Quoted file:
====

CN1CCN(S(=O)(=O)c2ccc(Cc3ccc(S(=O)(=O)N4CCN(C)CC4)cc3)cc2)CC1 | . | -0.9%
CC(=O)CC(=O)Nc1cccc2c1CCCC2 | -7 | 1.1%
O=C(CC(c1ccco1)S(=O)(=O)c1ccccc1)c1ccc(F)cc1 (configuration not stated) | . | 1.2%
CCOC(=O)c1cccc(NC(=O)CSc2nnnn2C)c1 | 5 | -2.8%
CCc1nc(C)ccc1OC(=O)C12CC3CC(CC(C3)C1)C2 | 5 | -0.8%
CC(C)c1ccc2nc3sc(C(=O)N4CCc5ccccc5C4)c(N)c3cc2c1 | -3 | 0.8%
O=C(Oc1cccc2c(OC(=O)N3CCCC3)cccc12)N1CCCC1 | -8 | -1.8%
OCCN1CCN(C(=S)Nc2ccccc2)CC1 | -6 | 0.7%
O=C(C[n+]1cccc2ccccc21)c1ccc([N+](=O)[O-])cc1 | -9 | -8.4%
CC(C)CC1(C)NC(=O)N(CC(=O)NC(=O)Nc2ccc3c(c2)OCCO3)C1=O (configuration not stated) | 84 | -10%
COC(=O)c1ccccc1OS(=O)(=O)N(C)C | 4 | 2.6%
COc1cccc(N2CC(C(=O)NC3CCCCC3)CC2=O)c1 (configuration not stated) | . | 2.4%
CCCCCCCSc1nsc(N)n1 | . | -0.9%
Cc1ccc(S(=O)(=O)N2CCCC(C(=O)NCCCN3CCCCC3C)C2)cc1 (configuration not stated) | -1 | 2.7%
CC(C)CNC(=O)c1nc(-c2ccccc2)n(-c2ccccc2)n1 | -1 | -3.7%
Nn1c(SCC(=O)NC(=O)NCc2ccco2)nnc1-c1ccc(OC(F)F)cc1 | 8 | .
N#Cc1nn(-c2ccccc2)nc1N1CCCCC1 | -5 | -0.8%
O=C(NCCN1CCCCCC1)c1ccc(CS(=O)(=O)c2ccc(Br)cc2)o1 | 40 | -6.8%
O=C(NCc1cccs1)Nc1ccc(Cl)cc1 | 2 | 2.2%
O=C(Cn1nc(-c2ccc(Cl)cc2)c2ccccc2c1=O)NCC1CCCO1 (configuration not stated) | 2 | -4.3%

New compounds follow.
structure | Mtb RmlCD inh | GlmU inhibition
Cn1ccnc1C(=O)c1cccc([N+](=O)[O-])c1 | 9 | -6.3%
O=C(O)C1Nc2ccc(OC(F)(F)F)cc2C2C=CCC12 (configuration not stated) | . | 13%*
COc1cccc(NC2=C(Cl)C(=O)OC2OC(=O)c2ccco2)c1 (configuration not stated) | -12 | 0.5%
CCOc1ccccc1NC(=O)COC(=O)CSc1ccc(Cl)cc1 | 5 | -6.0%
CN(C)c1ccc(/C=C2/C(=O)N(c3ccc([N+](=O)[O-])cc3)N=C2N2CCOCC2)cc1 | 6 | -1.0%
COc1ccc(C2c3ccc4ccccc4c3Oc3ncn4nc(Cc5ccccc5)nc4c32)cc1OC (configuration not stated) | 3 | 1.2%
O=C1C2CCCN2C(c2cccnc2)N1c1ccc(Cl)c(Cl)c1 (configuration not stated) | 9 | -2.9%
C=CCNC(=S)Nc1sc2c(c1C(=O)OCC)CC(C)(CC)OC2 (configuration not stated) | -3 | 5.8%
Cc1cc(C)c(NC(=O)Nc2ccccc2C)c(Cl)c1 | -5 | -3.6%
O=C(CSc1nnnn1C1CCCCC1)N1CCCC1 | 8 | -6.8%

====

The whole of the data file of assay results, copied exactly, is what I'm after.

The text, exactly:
CN1CCN(S(=O)(=O)c2ccc(Cc3ccc(S(=O)(=O)N4CCN(C)CC4)cc3)cc2)CC1 | . | -0.9%
CC(=O)CC(=O)Nc1cccc2c1CCCC2 | -7 | 1.1%
O=C(CC(c1ccco1)S(=O)(=O)c1ccccc1)c1ccc(F)cc1 (configuration not stated) | . | 1.2%
CCOC(=O)c1cccc(NC(=O)CSc2nnnn2C)c1 | 5 | -2.8%
CCc1nc(C)ccc1OC(=O)C12CC3CC(CC(C3)C1)C2 | 5 | -0.8%
CC(C)c1ccc2nc3sc(C(=O)N4CCc5ccccc5C4)c(N)c3cc2c1 | -3 | 0.8%
O=C(Oc1cccc2c(OC(=O)N3CCCC3)cccc12)N1CCCC1 | -8 | -1.8%
OCCN1CCN(C(=S)Nc2ccccc2)CC1 | -6 | 0.7%
O=C(C[n+]1cccc2ccccc21)c1ccc([N+](=O)[O-])cc1 | -9 | -8.4%
CC(C)CC1(C)NC(=O)N(CC(=O)NC(=O)Nc2ccc3c(c2)OCCO3)C1=O (configuration not stated) | 84 | -10%
COC(=O)c1ccccc1OS(=O)(=O)N(C)C | 4 | 2.6%
COc1cccc(N2CC(C(=O)NC3CCCCC3)CC2=O)c1 (configuration not stated) | . | 2.4%
CCCCCCCSc1nsc(N)n1 | . | -0.9%
Cc1ccc(S(=O)(=O)N2CCCC(C(=O)NCCCN3CCCCC3C)C2)cc1 (configuration not stated) | -1 | 2.7%
CC(C)CNC(=O)c1nc(-c2ccccc2)n(-c2ccccc2)n1 | -1 | -3.7%
Nn1c(SCC(=O)NC(=O)NCc2ccco2)nnc1-c1ccc(OC(F)F)cc1 | 8 | .
N#Cc1nn(-c2ccccc2)nc1N1CCCCC1 | -5 | -0.8%
O=C(NCCN1CCCCCC1)c1ccc(CS(=O)(=O)c2ccc(Br)cc2)o1 | 40 | -6.8%
O=C(NCc1cccs1)Nc1ccc(Cl)cc1 | 2 | 2.2%
O=C(Cn1nc(-c2ccc(Cl)cc2)c2ccccc2c1=O)NCC1CCCO1 (configuration not stated) | 2 | -4.3%

New compounds follow.
structure | Mtb RmlCD inh | GlmU inhibition
Cn1ccnc1C(=O)c1cccc([N+](=O)[O-])c1 | 9 | -6.3%
O=C(O)C1Nc2ccc(OC(F)(F)F)cc2C2C=CCC12 (configuration not stated) | . | 13%*
COc1cccc(NC2=C(Cl)C(=O)OC2OC(=O)c2ccco2)c1 (configuration not stated) | -12 | 0.5%
CCOc1ccccc1NC(=O)COC(=O)CSc1ccc(Cl)cc1 | 5 | -6.0%
CN(C)c1ccc(/C=C2/C(=O)N(c3ccc([N+](=O)[O-])cc3)N=C2N2CCOCC2)cc1 | 6 | -1.0%
COc1ccc(C2c3ccc4ccccc4c3Oc3ncn4nc(Cc5ccccc5)nc4c32)cc1OC (configuration not stated) | 3 | 1.2%
O=C1C2CCCN2C(c2cccnc2)N1c1ccc(Cl)c(Cl)c1 (configuration not stated) | 9 | -2.9%
C=CCNC(=S)Nc1sc2c(c1C(=O)OCC)CC(C)(CC)OC2 (configuration not stated) | -3 | 5.8%
Cc1cc(C)c(NC(=O)Nc2ccccc2C)c(Cl)c1 | -5 | -3.6%
O=C(CSc1nnnn1C1CCCCC1)N1CCCC1 | 8 | -6.8%